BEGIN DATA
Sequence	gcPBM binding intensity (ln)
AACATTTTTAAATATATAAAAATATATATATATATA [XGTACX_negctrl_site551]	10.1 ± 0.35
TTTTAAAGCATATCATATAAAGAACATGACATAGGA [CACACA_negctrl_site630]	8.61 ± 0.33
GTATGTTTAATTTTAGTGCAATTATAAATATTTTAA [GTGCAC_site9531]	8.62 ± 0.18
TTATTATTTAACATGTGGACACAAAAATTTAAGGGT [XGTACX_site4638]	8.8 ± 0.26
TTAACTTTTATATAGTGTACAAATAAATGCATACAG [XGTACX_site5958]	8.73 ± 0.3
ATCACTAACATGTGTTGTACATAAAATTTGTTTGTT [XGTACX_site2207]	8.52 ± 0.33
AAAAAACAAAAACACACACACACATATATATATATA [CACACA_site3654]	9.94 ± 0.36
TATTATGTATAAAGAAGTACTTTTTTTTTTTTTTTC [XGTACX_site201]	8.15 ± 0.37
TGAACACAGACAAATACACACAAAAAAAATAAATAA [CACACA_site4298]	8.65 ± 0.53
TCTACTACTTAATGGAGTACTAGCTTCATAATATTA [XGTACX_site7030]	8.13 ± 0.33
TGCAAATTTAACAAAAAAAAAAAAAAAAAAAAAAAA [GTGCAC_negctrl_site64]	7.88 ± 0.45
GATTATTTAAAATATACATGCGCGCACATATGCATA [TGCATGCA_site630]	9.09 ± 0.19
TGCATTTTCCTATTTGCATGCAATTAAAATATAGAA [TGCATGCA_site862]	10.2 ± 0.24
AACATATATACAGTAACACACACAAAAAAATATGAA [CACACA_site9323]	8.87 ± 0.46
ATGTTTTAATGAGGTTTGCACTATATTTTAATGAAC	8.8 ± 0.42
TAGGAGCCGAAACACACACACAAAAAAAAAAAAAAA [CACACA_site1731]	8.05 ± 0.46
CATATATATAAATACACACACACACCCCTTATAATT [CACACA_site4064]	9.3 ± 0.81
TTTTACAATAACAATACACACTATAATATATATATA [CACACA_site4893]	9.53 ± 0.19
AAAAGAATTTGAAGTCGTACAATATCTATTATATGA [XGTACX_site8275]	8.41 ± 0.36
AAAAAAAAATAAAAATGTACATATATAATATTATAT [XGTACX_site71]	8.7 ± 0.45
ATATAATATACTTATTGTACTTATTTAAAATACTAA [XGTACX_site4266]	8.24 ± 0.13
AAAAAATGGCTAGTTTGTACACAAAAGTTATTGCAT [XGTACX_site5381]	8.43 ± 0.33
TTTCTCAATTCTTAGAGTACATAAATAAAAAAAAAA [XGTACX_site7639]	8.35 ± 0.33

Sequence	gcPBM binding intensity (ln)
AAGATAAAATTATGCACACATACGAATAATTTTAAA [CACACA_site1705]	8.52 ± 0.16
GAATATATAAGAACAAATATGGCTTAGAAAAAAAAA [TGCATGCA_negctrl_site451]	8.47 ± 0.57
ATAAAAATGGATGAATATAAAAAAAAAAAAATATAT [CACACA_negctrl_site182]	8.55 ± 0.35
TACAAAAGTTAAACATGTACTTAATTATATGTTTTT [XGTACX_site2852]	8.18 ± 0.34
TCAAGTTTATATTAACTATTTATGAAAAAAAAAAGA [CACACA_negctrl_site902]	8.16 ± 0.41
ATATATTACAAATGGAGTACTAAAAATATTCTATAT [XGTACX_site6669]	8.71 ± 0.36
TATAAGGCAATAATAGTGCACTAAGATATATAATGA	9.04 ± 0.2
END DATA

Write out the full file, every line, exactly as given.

Sequence	gcPBM binding intensity (ln)
AACATTTTTAAATATATAAAAATATATATATATATA [XGTACX_negctrl_site551]	10.1 ± 0.35
TTTTAAAGCATATCATATAAAGAACATGACATAGGA [CACACA_negctrl_site630]	8.61 ± 0.33
GTATGTTTAATTTTAGTGCAATTATAAATATTTTAA [GTGCAC_site9531]	8.62 ± 0.18
TTATTATTTAACATGTGGACACAAAAATTTAAGGGT [XGTACX_site4638]	8.8 ± 0.26
TTAACTTTTATATAGTGTACAAATAAATGCATACAG [XGTACX_site5958]	8.73 ± 0.3
ATCACTAACATGTGTTGTACATAAAATTTGTTTGTT [XGTACX_site2207]	8.52 ± 0.33
AAAAAACAAAAACACACACACACATATATATATATA [CACACA_site3654]	9.94 ± 0.36
TATTATGTATAAAGAAGTACTTTTTTTTTTTTTTTC [XGTACX_site201]	8.15 ± 0.37
TGAACACAGACAAATACACACAAAAAAAATAAATAA [CACACA_site4298]	8.65 ± 0.53
TCTACTACTTAATGGAGTACTAGCTTCATAATATTA [XGTACX_site7030]	8.13 ± 0.33
TGCAAATTTAACAAAAAAAAAAAAAAAAAAAAAAAA [GTGCAC_negctrl_site64]	7.88 ± 0.45
GATTATTTAAAATATACATGCGCGCACATATGCATA [TGCATGCA_site630]	9.09 ± 0.19
TGCATTTTCCTATTTGCATGCAATTAAAATATAGAA [TGCATGCA_site862]	10.2 ± 0.24
AACATATATACAGTAACACACACAAAAAAATATGAA [CACACA_site9323]	8.87 ± 0.46
ATGTTTTAATGAGGTTTGCACTATATTTTAATGAAC	8.8 ± 0.42
TAGGAGCCGAAACACACACACAAAAAAAAAAAAAAA [CACACA_site1731]	8.05 ± 0.46
CATATATATAAATACACACACACACCCCTTATAATT [CACACA_site4064]	9.3 ± 0.81
TTTTACAATAACAATACACACTATAATATATATATA [CACACA_site4893]	9.53 ± 0.19
AAAAGAATTTGAAGTCGTACAATATCTATTATATGA [XGTACX_site8275]	8.41 ± 0.36
AAAAAAAAATAAAAATGTACATATATAATATTATAT [XGTACX_site71]	8.7 ± 0.45
ATATAATATACTTATTGTACTTATTTAAAATACTAA [XGTACX_site4266]	8.24 ± 0.13
AAAAAATGGCTAGTTTGTACACAAAAGTTATTGCAT [XGTACX_site5381]	8.43 ± 0.33
TTTCTCAATTCTTAGAGTACATAAATAAAAAAAAAA [XGTACX_site7639]	8.35 ± 0.33

Sequence	gcPBM binding intensity (ln)
AAGATAAAATTATGCACACATACGAATAATTTTAAA [CACACA_site1705]	8.52 ± 0.16
GAATATATAAGAACAAATATGGCTTAGAAAAAAAAA [TGCATGCA_negctrl_site451]	8.47 ± 0.57
ATAAAAATGGATGAATATAAAAAAAAAAAAATATAT [CACACA_negctrl_site182]	8.55 ± 0.35
TACAAAAGTTAAACATGTACTTAATTATATGTTTTT [XGTACX_site2852]	8.18 ± 0.34
TCAAGTTTATATTAACTATTTATGAAAAAAAAAAGA [CACACA_negctrl_site902]	8.16 ± 0.41
ATATATTACAAATGGAGTACTAAAAATATTCTATAT [XGTACX_site6669]	8.71 ± 0.36
TATAAGGCAATAATAGTGCACTAAGATATATAATGA	9.04 ± 0.2